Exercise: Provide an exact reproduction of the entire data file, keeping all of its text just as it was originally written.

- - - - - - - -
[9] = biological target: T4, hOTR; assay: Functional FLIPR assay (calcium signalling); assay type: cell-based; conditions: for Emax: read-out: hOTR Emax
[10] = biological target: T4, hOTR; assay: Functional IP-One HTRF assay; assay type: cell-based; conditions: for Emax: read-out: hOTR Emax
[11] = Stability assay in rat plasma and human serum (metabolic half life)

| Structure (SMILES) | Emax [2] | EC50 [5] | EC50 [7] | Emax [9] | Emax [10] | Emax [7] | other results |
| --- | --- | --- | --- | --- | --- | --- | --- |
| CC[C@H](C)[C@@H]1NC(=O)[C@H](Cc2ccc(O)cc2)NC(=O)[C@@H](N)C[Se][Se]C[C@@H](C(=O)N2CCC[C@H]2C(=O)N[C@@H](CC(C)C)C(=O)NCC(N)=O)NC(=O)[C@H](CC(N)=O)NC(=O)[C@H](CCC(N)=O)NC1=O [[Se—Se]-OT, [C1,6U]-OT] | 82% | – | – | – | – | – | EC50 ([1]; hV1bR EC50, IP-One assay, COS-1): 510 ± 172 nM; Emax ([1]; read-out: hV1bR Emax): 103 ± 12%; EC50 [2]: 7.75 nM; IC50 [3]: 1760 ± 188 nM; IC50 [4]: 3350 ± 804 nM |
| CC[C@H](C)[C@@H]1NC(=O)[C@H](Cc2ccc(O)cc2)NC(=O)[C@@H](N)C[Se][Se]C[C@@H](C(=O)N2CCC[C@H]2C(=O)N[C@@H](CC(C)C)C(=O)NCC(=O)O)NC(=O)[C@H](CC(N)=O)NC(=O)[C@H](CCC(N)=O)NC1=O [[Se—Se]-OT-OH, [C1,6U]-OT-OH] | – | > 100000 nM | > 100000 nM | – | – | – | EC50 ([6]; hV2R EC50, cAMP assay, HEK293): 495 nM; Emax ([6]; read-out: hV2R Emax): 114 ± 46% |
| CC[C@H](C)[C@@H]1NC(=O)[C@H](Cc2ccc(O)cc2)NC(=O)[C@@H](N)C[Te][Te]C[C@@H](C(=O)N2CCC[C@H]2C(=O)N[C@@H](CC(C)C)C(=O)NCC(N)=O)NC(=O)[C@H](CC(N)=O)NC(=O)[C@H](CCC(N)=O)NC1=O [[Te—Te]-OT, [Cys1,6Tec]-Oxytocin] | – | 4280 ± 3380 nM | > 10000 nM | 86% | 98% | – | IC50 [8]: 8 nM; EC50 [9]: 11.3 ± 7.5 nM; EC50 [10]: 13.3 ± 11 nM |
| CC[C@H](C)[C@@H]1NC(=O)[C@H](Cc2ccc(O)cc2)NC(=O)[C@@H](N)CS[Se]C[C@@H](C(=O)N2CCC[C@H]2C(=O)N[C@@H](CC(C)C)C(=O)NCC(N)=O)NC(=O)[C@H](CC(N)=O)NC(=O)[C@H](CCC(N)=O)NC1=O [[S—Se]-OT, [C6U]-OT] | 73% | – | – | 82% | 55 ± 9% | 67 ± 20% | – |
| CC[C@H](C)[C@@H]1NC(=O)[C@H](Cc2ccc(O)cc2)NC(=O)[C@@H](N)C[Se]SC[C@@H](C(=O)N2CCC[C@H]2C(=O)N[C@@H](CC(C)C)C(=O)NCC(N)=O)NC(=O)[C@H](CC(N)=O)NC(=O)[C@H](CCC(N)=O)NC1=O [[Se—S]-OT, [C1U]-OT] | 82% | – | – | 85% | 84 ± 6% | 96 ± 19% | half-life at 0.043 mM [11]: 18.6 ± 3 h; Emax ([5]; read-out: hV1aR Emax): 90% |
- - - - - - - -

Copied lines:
[9] = biological target: T4, hOTR; assay: Functional FLIPR assay (calcium signalling); assay type: cell-based; conditions: for Emax: read-out: hOTR Emax
[10] = biological target: T4, hOTR; assay: Functional IP-One HTRF assay; assay type: cell-based; conditions: for Emax: read-out: hOTR Emax
[11] = Stability assay in rat plasma and human serum (metabolic half life)

| Structure (SMILES) | Emax [2] | EC50 [5] | EC50 [7] | Emax [9] | Emax [10] | Emax [7] | other results |
| --- | --- | --- | --- | --- | --- | --- | --- |
| CC[C@H](C)[C@@H]1NC(=O)[C@H](Cc2ccc(O)cc2)NC(=O)[C@@H](N)C[Se][Se]C[C@@H](C(=O)N2CCC[C@H]2C(=O)N[C@@H](CC(C)C)C(=O)NCC(N)=O)NC(=O)[C@H](CC(N)=O)NC(=O)[C@H](CCC(N)=O)NC1=O [[Se—Se]-OT, [C1,6U]-OT] | 82% | – | – | – | – | – | EC50 ([1]; hV1bR EC50, IP-One assay, COS-1): 510 ± 172 nM; Emax ([1]; read-out: hV1bR Emax): 103 ± 12%; EC50 [2]: 7.75 nM; IC50 [3]: 1760 ± 188 nM; IC50 [4]: 3350 ± 804 nM |
| CC[C@H](C)[C@@H]1NC(=O)[C@H](Cc2ccc(O)cc2)NC(=O)[C@@H](N)C[Se][Se]C[C@@H](C(=O)N2CCC[C@H]2C(=O)N[C@@H](CC(C)C)C(=O)NCC(=O)O)NC(=O)[C@H](CC(N)=O)NC(=O)[C@H](CCC(N)=O)NC1=O [[Se—Se]-OT-OH, [C1,6U]-OT-OH] | – | > 100000 nM | > 100000 nM | – | – | – | EC50 ([6]; hV2R EC50, cAMP assay, HEK293): 495 nM; Emax ([6]; read-out: hV2R Emax): 114 ± 46% |
| CC[C@H](C)[C@@H]1NC(=O)[C@H](Cc2ccc(O)cc2)NC(=O)[C@@H](N)C[Te][Te]C[C@@H](C(=O)N2CCC[C@H]2C(=O)N[C@@H](CC(C)C)C(=O)NCC(N)=O)NC(=O)[C@H](CC(N)=O)NC(=O)[C@H](CCC(N)=O)NC1=O [[Te—Te]-OT, [Cys1,6Tec]-Oxytocin] | – | 4280 ± 3380 nM | > 10000 nM | 86% | 98% | – | IC50 [8]: 8 nM; EC50 [9]: 11.3 ± 7.5 nM; EC50 [10]: 13.3 ± 11 nM |
| CC[C@H](C)[C@@H]1NC(=O)[C@H](Cc2ccc(O)cc2)NC(=O)[C@@H](N)CS[Se]C[C@@H](C(=O)N2CCC[C@H]2C(=O)N[C@@H](CC(C)C)C(=O)NCC(N)=O)NC(=O)[C@H](CC(N)=O)NC(=O)[C@H](CCC(N)=O)NC1=O [[S—Se]-OT, [C6U]-OT] | 73% | – | – | 82% | 55 ± 9% | 67 ± 20% | – |
| CC[C@H](C)[C@@H]1NC(=O)[C@H](Cc2ccc(O)cc2)NC(=O)[C@@H](N)C[Se]SC[C@@H](C(=O)N2CCC[C@H]2C(=O)N[C@@H](CC(C)C)C(=O)NCC(N)=O)NC(=O)[C@H](CC(N)=O)NC(=O)[C@H](CCC(N)=O)NC1=O [[Se—S]-OT, [C1U]-OT] | 82% | – | – | 85% | 84 ± 6% | 96 ± 19% | half-life at 0.043 mM [11]: 18.6 ± 3 h; Emax ([5]; read-out: hV1aR Emax): 90% |